Since then, many doctors have been returning patients with PPROM. Ro According to the report, it did not offer the option of inducing pregnancy or abortion.

In one case cited in the report, a patient was sent home after her water broke between 16 and 18 weeks pregnant in a state where abortion is prohibited — only to return to the intensive care unit two days later with a severe infection, he said. The doctor involved in the case.

“The anesthesiologist cried over the phone as he discussed it with me,” the doctor wrote. “If the patient has to put it in, no one thinks she’s going to put it in. [operating room.]”

After the doctor finally decided to terminate the pregnancy, the doctor wrote, the patient asked if she or the doctor would face criminal charges.

“She asked me: Can she or I go to jail for this?” The doctor explained in his comments. “Or is this considered life-threatening?”

Republican lawmakers have repeatedly said they would cover patients with ectopic pregnancies under medical exceptions that prohibit abortions.

But several clinics said in the report that patients with cesarean scar ectopic pregnancies experienced delays in care when abortions were denied, put patients at greater risk for bleeding, placental abruption, and uterine rupture.

A doctor has described how after green-lighting an abortion for a patient with a caesarean scar ectopic pregnancy, other colleagues who were essential to completing the procedure safely refused to help because they did not feel they were “legally protected”. The doctor suggested that the patient go to another place, but the patient did not have the means to leave the state.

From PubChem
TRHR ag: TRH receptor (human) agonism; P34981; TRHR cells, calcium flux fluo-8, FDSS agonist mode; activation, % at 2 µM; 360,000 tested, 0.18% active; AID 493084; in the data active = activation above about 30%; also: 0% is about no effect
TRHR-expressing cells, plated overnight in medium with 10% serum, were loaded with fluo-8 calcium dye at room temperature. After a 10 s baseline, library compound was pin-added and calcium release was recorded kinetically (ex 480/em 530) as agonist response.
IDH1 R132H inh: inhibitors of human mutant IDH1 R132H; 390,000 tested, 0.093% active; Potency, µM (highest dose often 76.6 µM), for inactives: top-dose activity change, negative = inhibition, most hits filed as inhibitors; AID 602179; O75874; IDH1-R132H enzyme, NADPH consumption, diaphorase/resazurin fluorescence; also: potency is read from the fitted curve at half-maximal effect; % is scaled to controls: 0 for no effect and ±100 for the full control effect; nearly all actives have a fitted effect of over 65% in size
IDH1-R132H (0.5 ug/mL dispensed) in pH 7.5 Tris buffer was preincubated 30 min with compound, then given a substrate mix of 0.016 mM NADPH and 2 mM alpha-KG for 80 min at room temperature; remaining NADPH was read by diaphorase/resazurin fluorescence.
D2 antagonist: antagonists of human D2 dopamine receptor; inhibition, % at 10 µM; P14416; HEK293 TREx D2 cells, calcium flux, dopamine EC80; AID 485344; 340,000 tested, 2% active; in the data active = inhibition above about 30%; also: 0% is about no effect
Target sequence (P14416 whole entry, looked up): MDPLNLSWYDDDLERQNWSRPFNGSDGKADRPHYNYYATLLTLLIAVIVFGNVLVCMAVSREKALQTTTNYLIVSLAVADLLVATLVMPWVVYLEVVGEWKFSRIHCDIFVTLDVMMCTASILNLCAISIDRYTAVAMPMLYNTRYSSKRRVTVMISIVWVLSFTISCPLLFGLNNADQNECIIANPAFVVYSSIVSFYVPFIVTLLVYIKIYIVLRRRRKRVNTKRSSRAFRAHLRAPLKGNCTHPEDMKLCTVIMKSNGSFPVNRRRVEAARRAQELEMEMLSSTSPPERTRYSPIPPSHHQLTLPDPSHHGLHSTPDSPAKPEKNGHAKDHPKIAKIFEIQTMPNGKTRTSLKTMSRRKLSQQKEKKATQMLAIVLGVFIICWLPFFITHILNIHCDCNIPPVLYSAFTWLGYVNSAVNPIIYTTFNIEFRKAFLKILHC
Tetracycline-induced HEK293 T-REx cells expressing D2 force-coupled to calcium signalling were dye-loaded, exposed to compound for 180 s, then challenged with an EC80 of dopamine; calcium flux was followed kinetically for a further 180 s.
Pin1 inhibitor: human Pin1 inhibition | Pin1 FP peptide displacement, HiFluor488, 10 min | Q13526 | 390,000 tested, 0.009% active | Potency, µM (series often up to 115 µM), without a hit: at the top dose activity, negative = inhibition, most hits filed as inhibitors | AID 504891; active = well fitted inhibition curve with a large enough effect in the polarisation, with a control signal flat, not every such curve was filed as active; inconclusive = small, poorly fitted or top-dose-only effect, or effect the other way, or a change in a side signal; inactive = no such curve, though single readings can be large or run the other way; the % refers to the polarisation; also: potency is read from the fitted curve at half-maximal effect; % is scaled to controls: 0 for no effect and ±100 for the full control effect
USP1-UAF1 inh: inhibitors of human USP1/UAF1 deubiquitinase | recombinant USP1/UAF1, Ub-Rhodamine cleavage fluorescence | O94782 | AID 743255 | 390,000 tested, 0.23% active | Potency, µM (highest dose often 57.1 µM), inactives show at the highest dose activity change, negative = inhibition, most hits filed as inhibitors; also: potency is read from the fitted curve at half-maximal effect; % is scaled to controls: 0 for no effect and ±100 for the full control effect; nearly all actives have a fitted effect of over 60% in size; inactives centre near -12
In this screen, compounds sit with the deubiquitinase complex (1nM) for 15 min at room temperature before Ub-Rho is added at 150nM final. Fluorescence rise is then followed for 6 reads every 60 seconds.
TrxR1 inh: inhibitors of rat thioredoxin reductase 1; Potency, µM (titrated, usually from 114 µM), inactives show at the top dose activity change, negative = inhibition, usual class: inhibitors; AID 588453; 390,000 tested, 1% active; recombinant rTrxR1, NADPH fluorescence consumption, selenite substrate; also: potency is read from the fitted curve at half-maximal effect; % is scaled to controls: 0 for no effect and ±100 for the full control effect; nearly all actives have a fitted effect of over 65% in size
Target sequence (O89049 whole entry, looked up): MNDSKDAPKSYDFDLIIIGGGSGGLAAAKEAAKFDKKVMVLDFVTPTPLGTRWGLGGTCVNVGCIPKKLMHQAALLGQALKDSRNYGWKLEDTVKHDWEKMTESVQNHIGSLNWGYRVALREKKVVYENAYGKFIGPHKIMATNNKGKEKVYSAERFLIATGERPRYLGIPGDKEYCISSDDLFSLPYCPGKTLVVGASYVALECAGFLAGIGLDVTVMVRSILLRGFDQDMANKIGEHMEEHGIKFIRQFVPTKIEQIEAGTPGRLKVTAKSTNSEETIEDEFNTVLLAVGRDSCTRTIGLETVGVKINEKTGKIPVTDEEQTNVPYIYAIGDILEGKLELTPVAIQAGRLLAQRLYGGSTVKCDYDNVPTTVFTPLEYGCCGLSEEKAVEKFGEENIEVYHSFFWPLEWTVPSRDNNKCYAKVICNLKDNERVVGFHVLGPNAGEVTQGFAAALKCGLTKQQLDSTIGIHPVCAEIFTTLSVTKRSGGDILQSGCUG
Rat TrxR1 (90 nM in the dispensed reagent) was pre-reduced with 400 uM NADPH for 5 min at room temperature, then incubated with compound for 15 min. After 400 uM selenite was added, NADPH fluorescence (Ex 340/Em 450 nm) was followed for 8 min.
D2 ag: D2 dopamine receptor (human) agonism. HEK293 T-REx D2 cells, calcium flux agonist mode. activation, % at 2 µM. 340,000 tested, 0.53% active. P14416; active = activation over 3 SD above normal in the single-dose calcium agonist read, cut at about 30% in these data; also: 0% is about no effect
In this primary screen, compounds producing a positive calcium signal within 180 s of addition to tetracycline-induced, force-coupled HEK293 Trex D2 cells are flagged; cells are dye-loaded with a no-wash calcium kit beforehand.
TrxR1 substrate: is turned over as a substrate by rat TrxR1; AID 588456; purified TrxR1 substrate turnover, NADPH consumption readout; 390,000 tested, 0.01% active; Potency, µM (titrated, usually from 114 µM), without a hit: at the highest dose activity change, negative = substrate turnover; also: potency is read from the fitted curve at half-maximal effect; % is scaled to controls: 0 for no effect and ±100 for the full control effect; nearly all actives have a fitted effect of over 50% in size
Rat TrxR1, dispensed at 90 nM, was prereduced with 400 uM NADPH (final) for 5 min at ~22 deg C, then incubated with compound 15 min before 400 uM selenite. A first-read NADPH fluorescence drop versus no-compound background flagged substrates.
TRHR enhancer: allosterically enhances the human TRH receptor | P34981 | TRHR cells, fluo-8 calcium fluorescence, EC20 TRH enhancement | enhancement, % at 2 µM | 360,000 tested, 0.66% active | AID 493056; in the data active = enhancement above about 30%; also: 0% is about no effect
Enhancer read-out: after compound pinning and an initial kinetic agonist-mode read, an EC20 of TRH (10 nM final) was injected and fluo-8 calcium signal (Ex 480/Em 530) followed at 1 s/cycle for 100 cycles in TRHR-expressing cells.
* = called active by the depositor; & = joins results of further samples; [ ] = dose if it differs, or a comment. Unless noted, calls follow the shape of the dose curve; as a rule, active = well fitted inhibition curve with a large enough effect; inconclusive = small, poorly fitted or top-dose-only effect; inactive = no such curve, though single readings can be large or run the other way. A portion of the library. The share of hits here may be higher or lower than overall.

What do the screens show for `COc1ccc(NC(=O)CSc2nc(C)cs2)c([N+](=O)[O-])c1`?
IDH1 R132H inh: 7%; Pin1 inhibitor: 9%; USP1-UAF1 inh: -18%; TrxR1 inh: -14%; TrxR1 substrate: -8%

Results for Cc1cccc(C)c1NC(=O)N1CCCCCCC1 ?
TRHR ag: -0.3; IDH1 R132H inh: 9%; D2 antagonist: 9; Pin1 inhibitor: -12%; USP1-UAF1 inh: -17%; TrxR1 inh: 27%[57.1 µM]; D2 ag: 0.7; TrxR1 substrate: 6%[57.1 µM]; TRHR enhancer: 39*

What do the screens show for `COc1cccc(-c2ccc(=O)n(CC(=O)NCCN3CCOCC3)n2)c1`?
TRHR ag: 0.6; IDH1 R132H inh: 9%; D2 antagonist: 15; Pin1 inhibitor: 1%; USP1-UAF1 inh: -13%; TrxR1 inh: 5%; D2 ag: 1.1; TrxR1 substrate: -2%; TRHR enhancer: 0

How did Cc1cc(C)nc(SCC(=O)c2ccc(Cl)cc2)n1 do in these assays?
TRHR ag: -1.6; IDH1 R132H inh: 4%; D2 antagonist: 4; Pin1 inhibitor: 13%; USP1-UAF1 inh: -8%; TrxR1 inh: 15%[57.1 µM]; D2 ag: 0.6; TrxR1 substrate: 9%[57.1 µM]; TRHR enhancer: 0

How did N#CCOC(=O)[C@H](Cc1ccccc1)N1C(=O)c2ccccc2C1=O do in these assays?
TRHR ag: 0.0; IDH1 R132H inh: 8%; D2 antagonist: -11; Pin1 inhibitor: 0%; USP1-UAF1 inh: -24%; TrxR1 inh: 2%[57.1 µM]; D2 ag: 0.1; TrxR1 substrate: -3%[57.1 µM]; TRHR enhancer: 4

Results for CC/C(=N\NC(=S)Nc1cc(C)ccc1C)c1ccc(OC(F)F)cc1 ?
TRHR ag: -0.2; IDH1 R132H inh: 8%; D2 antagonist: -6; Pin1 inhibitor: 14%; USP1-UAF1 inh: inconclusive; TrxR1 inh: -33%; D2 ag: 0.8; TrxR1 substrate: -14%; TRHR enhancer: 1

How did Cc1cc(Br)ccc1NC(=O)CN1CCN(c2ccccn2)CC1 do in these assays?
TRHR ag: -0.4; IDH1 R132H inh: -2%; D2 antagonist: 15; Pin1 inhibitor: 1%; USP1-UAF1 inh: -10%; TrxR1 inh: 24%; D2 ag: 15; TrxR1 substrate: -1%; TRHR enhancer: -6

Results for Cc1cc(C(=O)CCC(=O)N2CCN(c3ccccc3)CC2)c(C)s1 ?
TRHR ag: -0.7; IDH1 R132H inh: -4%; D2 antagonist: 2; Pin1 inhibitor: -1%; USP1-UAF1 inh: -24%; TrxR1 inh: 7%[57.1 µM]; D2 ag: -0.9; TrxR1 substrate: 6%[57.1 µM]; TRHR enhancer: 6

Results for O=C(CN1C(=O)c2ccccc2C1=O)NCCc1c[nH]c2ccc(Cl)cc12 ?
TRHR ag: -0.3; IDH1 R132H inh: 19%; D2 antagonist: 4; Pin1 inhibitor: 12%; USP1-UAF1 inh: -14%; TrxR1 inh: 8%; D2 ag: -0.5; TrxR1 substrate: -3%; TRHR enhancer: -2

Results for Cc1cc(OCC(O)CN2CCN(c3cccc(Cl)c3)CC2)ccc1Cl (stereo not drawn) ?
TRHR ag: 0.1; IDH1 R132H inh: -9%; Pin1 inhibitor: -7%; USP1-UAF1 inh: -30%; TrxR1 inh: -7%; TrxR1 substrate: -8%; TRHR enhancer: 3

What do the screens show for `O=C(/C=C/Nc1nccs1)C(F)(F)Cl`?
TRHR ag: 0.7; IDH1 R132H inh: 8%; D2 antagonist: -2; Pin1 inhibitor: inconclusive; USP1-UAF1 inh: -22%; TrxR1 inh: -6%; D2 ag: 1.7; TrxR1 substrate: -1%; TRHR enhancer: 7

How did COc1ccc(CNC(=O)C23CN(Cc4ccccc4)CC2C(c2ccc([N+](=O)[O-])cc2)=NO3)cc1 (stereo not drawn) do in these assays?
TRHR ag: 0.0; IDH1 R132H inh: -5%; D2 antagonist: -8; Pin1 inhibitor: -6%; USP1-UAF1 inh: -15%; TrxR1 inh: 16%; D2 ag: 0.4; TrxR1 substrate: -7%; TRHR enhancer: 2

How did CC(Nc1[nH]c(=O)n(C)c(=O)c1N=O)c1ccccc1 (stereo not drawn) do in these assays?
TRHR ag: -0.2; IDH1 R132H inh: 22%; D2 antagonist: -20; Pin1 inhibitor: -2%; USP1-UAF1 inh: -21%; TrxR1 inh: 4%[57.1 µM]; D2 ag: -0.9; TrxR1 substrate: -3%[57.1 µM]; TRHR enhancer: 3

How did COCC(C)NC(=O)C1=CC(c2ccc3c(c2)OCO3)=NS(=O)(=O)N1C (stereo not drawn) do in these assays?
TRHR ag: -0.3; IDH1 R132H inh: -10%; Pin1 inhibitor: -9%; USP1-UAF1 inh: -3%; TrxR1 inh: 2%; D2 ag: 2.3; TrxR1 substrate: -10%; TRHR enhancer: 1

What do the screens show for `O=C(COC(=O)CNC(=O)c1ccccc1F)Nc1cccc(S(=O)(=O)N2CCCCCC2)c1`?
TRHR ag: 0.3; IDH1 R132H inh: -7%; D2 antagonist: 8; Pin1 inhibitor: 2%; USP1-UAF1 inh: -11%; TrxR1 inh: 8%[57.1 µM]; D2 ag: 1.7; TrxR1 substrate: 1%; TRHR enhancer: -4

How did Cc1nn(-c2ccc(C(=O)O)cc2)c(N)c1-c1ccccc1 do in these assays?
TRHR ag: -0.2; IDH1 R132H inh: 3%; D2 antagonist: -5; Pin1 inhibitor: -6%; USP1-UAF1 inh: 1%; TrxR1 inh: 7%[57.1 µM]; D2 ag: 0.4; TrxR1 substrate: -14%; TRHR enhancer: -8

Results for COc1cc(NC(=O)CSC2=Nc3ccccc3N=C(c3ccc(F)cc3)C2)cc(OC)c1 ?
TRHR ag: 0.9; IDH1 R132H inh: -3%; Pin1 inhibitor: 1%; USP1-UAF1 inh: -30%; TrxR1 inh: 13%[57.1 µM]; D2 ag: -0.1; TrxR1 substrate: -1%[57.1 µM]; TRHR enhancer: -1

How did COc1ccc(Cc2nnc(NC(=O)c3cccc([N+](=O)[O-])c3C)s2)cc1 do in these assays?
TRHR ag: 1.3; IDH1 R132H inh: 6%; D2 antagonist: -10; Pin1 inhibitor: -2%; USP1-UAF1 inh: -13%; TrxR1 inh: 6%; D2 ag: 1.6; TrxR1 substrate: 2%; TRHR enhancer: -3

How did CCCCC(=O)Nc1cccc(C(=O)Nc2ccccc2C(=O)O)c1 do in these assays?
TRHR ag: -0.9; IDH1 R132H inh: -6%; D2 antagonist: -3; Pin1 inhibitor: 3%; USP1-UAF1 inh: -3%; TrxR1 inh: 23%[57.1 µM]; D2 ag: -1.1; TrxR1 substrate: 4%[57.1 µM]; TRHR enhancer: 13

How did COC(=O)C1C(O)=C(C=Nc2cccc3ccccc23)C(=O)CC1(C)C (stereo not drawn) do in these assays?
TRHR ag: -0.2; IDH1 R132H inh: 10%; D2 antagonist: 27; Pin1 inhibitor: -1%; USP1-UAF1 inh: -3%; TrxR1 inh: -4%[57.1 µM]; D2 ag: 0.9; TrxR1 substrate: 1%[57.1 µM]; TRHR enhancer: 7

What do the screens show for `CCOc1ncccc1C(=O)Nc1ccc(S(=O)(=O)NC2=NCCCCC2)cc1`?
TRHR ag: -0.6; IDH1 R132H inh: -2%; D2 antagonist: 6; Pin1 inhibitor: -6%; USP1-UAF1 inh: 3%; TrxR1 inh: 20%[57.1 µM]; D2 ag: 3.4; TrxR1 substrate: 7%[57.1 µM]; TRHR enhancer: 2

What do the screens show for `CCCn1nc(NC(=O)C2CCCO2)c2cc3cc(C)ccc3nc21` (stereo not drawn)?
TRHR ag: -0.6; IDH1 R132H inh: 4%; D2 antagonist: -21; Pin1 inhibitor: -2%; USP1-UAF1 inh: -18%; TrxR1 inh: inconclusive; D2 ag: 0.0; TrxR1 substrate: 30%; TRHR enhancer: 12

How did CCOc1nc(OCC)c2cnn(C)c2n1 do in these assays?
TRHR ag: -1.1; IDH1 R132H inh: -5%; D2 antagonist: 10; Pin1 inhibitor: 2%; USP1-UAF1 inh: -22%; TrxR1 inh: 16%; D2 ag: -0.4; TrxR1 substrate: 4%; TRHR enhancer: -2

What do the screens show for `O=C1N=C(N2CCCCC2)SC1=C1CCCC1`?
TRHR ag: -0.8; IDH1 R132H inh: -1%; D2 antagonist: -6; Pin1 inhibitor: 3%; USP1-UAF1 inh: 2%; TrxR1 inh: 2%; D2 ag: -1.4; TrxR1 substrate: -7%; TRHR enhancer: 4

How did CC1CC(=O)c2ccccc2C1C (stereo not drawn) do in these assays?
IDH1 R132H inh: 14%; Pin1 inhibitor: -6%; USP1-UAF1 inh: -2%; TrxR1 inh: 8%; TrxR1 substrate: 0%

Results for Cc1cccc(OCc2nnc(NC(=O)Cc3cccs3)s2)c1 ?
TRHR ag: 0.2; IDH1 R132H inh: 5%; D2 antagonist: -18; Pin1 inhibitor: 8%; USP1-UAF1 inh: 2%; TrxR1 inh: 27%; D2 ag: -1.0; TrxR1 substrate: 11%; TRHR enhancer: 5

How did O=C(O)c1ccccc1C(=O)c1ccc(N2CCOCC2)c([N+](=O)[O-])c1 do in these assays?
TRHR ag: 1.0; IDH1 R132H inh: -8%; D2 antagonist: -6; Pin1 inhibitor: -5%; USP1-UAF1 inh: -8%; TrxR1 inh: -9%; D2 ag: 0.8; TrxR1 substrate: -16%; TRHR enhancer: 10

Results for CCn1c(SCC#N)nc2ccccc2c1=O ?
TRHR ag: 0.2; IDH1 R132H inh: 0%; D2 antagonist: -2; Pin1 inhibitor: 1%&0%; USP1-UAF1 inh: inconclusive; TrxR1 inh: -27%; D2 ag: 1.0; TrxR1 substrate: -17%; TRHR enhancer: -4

The doctor said his team continued to monitor the patient, who was pregnant at the time of referral and developed a life-threatening complication of pregnancy (percreta) that could lead to severe bleeding or rupture of the uterus at any time.

The study highlighted several other pregnancy complications that medical providers said were affected by the Supreme Court decision. Patients have been unable to terminate pregnancies because of miscarriages, medical providers said, while others have experienced delays in getting the medication needed to treat early miscarriages.

Concerns over the abortion ban have led doctors to delay or deny many non-abortion-related treatments, the report said. In one case, a clinic refused to remove an intrauterine device (IUD) from a patient who was 10 to 12 weeks pregnant, even though partially removing the IUD would increase the patient’s risk of conception or miscarriage.

A doctor consulted on the matter said, “The doctor was not comfortable removing the IUD because it could cause a miscarriage.” “The proposed context was concerned with the legal changes it would create. [the] Abortion providers in our state face criminal charges.

One limitation of the report, Grossman said, is that he and his team were unable to collect enough samples to meaningfully observe changes over time. As time passes, doctors may become more familiar with the types of care they can provide under the new rules — something Grossman and his team plan to measure.

To help with these situations, Grossman said, hospitals in states where abortion is prohibited can provide a list of conditions that doctors can legally treat — specifying, for example, that providers can legally offer PPROM to induce a pregnancy. Alternatively, he said, Republican lawmakers could introduce additional laws or amendments to clarify medical exceptions.

“It could be the first step,” Grossman said. “But I don’t think any list can ever be comprehensive. There are always dangers that are not on the list.

Last month in Florida, during a debate over six-week abortions, Democratic lawmaker Rep. Robin Bartleman introduced an amendment that would have allowed doctors to openly perform an abortion if a woman was in a hospital. PPROM.

Rep. Jenna Persons-Mulica (R) supported the six-week ban. The Republican-led Legislature said a medical exception included in the bill would cover that type of condition, despite stories on the House floor that doctors don’t feel comfortable working in PPROM situations.

The amendment was defeated on a party-line vote of 33-80.